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What has Raffles to do with Sg?

You’re tired, I’m sure, reading about all the “looking back’’ articles on 2017 in both online and offline media. The same hot topics everywhere, although with opinions that vary depending on the type of publication.

So I won’t bore you with recent history. I will go even further back!

In case you haven’t heard, Singapore will be going “biggish’’ on the 200th anniversary of Sir Stamford Raffles setting foot on our tiny isle in 2019. Do not say the phrase “founding of Singapore’’, although those in my generation were taught this way in our little people days. The politically correct and historically accurate 1819 event is about how the English “discovered’’ the island – even though it’s been in existence way before Sang Nila Utama days.

So why celebrate this then, you ask? The answer from Prime Minister Lee Hsien Loong: “Had Raffles not landed, Singapore might not have become a unique spot in Southeast Asia, quite different from the islands in the archipelago around us, or the states in the Malayan Peninsula.

“But because of Raffles, Singapore became a British colony, a free port, and a modern city. Our progress was not a straight line upwards. We experienced many dislocations and disruptions, including war and peace, economic depression and prosperity, struggle as well as success. But ultimately we came through, and became an independent nation.’’

Note that he was careful to preface this by saying that Singapore was already a maritime emporium in the 14th century, although it declined after that. Raffles’ landing, he said, marked a “key turning point’’.

Old(er) people will recollect that the 150th anniversary was celebrated in 1969, so this isn’t unprecedented for Singapore. Except that coming so soon after our 50th anniversary independence celebrations in 2015, it does make you wonder if we are just looking for an excuse to party.

What PM Lee said about 2019 brings about a sense of deja vu: “It is an important milestone for Singapore; an occasion for us to reflect on how our nation came into being, how we have come this far since, and how we can go forward together.’’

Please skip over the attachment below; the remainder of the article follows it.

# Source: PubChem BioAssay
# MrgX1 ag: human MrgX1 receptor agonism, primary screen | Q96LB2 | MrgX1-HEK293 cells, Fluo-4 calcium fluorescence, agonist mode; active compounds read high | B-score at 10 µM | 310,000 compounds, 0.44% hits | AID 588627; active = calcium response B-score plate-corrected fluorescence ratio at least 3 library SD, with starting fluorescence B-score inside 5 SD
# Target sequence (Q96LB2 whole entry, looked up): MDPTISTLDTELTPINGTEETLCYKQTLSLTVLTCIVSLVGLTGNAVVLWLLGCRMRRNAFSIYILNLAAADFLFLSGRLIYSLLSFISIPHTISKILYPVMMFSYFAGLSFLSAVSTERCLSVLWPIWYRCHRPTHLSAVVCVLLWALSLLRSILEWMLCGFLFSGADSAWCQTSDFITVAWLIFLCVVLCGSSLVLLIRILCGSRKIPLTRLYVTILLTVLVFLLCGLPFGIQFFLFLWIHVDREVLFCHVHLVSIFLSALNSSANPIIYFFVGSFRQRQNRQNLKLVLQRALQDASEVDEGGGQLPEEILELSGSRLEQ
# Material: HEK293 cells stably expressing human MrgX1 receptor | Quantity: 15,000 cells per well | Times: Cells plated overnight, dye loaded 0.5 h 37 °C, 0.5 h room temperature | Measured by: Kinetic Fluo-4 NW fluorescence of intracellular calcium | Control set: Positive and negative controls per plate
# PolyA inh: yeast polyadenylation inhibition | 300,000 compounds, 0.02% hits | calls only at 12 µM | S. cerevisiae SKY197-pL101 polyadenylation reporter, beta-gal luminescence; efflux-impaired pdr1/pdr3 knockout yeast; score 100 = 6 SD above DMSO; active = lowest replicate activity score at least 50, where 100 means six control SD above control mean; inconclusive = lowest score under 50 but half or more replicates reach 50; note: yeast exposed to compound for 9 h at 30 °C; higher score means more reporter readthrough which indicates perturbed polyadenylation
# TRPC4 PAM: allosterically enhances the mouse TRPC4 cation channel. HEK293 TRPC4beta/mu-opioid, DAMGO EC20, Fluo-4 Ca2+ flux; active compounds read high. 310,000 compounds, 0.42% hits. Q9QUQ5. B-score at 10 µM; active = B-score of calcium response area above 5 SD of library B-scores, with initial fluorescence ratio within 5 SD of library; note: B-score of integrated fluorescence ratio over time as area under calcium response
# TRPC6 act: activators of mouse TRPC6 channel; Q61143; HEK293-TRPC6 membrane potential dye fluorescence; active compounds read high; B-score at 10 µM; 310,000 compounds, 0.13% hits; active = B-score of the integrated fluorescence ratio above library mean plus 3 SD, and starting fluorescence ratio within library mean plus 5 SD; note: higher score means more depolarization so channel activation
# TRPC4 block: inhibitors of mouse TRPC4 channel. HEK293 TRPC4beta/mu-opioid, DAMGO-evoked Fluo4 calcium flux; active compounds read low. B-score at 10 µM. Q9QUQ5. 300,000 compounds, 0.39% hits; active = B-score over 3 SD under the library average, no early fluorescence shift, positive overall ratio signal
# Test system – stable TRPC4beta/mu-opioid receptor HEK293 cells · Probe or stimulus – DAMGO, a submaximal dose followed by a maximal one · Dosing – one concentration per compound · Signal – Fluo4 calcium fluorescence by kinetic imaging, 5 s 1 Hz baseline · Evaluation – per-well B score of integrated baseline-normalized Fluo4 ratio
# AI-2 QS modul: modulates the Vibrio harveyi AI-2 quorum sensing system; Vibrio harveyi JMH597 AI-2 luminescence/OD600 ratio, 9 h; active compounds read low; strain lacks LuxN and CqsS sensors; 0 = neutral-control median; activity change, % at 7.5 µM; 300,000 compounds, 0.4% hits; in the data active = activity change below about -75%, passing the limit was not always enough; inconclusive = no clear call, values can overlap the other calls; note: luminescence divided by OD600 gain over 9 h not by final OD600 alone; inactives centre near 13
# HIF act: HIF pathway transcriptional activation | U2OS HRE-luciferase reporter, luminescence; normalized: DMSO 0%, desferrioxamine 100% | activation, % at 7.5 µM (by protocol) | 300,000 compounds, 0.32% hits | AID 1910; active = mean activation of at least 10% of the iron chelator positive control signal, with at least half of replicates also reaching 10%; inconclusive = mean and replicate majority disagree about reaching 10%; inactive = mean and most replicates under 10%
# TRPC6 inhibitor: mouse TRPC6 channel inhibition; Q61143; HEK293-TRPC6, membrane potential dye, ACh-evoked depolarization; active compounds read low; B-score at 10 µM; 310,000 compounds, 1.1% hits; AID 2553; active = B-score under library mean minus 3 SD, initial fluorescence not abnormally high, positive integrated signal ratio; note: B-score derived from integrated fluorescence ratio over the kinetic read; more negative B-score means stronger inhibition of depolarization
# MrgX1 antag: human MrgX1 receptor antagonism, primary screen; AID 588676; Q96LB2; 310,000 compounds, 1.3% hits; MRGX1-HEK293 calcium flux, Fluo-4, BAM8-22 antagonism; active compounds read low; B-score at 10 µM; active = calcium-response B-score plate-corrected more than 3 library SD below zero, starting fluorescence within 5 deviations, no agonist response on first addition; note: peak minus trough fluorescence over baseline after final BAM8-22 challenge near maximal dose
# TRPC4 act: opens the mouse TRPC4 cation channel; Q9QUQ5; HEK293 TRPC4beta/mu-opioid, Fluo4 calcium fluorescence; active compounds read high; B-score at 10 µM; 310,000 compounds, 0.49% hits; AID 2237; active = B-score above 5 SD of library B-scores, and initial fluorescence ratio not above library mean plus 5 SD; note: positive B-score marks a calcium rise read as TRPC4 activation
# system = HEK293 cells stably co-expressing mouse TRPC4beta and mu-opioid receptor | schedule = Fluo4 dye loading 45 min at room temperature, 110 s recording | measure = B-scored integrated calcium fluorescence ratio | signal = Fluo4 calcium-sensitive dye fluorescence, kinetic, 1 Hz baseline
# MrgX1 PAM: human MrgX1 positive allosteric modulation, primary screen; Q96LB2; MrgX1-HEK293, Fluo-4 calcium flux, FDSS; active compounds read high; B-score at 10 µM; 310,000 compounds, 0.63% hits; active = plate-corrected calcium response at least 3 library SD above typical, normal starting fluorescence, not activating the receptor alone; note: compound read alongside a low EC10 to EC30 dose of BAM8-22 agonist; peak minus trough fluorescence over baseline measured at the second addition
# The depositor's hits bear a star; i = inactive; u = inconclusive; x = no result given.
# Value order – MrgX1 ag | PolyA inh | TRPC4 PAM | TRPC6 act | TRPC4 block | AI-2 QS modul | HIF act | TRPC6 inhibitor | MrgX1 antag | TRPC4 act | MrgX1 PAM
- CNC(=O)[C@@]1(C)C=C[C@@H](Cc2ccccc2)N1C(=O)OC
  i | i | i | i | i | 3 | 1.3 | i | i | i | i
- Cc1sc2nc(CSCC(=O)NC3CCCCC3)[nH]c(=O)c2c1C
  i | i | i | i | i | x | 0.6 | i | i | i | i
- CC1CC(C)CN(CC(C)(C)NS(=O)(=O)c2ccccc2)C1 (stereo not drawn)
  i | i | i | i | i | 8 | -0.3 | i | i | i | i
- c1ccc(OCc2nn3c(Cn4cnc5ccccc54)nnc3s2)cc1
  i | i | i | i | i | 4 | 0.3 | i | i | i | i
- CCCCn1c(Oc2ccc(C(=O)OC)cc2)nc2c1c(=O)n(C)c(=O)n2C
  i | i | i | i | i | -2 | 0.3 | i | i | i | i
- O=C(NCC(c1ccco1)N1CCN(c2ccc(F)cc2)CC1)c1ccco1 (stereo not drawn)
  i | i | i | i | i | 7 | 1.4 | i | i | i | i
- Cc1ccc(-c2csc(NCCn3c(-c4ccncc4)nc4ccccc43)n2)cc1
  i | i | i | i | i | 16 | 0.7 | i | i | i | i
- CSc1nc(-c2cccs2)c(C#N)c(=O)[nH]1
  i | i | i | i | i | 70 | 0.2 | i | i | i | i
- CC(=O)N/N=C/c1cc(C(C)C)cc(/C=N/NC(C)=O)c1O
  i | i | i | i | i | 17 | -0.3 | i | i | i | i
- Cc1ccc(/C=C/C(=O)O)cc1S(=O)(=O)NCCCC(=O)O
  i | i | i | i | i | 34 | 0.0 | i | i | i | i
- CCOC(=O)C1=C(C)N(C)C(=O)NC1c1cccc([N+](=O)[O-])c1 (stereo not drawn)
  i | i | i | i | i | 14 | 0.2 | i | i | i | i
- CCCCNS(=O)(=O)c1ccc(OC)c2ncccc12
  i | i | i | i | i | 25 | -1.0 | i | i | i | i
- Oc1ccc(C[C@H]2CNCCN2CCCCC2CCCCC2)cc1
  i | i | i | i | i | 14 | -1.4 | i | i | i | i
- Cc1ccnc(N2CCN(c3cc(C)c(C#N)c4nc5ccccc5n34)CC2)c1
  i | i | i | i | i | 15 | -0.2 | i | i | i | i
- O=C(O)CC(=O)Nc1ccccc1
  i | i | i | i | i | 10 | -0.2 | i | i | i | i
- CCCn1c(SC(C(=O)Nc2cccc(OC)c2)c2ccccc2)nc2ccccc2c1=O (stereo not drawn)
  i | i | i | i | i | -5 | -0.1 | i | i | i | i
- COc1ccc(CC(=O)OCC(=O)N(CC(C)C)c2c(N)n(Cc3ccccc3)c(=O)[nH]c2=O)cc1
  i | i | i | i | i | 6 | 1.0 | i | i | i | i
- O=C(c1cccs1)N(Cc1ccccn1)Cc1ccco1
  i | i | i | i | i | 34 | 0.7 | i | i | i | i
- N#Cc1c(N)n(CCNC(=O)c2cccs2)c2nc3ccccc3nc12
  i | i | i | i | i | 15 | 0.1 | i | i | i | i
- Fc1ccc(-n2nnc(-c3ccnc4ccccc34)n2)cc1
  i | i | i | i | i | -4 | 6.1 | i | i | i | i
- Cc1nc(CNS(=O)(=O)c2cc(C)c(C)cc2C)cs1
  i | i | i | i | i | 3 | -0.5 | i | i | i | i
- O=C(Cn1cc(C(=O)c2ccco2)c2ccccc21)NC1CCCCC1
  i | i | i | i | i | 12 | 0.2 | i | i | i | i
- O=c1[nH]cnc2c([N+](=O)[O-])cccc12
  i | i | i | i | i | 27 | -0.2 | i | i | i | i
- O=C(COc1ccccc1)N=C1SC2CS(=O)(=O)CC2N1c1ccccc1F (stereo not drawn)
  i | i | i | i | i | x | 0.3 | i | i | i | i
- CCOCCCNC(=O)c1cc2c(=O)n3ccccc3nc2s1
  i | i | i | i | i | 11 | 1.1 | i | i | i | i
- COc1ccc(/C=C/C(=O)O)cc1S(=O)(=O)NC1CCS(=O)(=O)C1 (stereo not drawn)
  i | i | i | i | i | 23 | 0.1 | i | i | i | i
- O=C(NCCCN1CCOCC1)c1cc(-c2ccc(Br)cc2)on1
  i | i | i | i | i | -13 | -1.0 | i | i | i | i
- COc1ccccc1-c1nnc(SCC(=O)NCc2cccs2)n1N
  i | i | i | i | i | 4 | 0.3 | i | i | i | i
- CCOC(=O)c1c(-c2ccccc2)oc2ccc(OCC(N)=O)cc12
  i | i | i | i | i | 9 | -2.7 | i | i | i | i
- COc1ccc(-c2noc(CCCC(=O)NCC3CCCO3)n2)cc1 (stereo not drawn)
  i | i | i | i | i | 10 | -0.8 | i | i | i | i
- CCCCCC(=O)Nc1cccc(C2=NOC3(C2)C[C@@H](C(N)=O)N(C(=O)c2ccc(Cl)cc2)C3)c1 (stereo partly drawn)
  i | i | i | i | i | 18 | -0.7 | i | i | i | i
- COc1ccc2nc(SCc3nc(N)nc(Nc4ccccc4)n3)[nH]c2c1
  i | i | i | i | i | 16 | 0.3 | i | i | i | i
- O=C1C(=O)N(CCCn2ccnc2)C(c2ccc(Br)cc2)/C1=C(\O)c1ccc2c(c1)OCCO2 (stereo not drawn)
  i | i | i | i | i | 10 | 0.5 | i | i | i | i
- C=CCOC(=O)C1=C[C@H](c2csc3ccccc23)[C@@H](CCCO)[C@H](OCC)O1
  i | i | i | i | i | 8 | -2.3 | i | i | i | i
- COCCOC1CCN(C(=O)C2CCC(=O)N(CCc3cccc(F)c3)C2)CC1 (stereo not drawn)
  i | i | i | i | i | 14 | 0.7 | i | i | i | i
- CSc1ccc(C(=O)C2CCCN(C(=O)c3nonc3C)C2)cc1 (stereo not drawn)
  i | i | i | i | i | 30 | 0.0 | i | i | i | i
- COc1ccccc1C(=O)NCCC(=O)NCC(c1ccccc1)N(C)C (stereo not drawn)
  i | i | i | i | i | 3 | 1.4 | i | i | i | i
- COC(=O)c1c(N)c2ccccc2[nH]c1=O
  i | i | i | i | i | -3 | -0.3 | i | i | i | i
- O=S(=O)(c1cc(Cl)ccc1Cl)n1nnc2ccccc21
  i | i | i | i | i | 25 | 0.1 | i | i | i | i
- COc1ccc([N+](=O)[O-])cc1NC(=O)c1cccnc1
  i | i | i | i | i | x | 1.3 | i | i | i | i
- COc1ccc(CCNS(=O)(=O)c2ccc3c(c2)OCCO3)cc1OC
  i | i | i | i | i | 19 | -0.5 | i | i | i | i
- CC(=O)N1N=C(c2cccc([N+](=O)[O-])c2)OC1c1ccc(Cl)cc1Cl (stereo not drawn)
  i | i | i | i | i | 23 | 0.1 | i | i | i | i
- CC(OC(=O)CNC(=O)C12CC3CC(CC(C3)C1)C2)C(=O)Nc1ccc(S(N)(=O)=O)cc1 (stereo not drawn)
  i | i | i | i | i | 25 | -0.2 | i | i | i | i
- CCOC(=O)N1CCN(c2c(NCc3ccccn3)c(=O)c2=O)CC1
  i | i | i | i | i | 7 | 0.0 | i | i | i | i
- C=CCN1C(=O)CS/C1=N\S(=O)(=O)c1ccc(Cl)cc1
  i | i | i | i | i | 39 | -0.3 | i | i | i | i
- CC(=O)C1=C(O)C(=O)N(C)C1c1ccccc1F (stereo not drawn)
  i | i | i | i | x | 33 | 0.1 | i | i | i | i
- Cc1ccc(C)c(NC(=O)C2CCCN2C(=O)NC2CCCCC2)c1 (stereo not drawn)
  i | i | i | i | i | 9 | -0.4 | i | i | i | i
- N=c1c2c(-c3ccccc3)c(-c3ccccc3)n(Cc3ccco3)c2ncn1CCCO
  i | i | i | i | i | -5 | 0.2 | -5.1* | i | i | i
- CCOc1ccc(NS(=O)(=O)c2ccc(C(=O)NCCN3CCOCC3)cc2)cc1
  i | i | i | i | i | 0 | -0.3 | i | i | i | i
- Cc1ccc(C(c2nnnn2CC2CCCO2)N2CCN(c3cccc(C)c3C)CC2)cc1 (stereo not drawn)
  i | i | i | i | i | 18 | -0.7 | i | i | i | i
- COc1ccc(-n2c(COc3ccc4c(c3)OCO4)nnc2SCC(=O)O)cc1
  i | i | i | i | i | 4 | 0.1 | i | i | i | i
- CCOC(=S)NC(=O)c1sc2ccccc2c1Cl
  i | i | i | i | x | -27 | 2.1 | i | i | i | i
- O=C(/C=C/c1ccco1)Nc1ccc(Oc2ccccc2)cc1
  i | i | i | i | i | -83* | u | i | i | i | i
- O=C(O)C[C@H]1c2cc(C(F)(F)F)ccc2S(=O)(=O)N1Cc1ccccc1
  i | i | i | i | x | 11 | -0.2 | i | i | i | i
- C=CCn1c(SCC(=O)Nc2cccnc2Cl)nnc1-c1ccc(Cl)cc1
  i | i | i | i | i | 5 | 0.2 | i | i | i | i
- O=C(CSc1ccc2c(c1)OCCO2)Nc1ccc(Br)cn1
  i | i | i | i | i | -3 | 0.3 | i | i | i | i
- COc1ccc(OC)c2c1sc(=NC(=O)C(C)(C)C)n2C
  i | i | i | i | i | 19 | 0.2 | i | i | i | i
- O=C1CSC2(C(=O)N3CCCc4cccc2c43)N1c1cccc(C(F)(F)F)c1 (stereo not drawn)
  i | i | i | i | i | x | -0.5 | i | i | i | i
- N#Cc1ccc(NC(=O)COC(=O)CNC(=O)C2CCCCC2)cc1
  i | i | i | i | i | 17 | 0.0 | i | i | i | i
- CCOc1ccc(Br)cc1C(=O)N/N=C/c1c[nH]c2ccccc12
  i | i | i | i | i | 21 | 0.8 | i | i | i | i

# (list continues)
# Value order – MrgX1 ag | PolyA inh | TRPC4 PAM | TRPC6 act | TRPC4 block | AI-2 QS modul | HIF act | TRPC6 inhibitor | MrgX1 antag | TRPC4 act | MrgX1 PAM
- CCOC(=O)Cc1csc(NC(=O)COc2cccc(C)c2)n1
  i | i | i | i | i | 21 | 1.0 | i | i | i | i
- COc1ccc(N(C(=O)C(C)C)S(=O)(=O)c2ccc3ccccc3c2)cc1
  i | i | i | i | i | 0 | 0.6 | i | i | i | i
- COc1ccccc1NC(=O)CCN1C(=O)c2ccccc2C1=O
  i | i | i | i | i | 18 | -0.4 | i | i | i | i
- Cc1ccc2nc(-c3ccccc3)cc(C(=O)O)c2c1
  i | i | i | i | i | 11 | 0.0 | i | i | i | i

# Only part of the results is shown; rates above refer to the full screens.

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Didn’t we do this in 2015? What was the outcome of that year’s reflection? What was the upshot of all the articles, exhibitions, concerts and carnivals? Did we come together collectively to re-affirm our commonality and define our destiny?

I can’t remember anything about it besides the Pioneer Generation package which was a wonderful gift to the over-65s. They are our greatest generation, our survivors and stayers. It was fitting that all of them, regardless of income, should be honoured. But beyond that, what did we agree on?

That we will strive to become a smart nation underpinned by meritocracy? That’s not much of a rallying point especially since merit seemed to have been compromised by a race-based presidential election.

That we will strive to increase productivity, upskill and move away from mere paper qualifications to an emphasis on craftsmanship? That seems suitable for a corporation, not a vision for a country.

That we will go chasing rainbows, however ephemeral, because we are passionate and have potential? Will that work when we have questions about whether we can slog as hard as the pioneers and stay down to earth instead of harbouring unrealistic expectations?

Cynics will say that the result of the SG50 celebrations, which included loads of freebies, was a 70 per cent mandate for the People’s Action Party the next year. And doubtless, people will point to how the 200th anniversary celebrations would add to a feel-good climate for the general election which must be called by 2021. Or could well be a nice, assuring platform to announce the incoming prime minister.

It doesn’t matter what use the celebrations is being put to, frankly. I think the country has somewhat come apart in the last year or so.  You can read my piece here.

I believe we need a new vision, and if going further into our history will help us forge one that goes beyond material progress and possessions, I am all for it.

I wrote this earlier in the day on my Facebook page.

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In 2017,

We were divided…by the inclusion of race as a presidential prerequisite.

We were befuddled…by the crazy saga of the Lees at each other’s throats. 

We got angry…with the failures of our train system which couldn’t keep water out.

We felt colder…because of the ISA arrests, contempt of court claims, the use of the OSA.

We were confused…about whether the economy was really doing better or not.

We were unsure …about the position of this little red dot in a post-Brexit, Xi and Trumpian world. 

We were gobsmackedat the extent of the corruption probe into a prized Singapore company

We were lost…in the guessing game of who would be our next PM.

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It is not quite in my nature to focus on the negatives but I have to confess that I can’t quite remember the positives.

But in 2018, I am hoping for someone in the fourth generation leadership to emerge who will bring us together, articulate our commonalities and see strength in our differences. Who can paint our vision in an uplifting and inspirational manner that goes beyond promises of glitzier infrastructure and better economic numbers. Who will lead, not lecture.

Then a new Singapore story can be written…

PS. Sorry for title. Trying my hand at click-bait! Haaaahharrr






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An ex-journalist who can't get enough of the news after being in the business for 26 years

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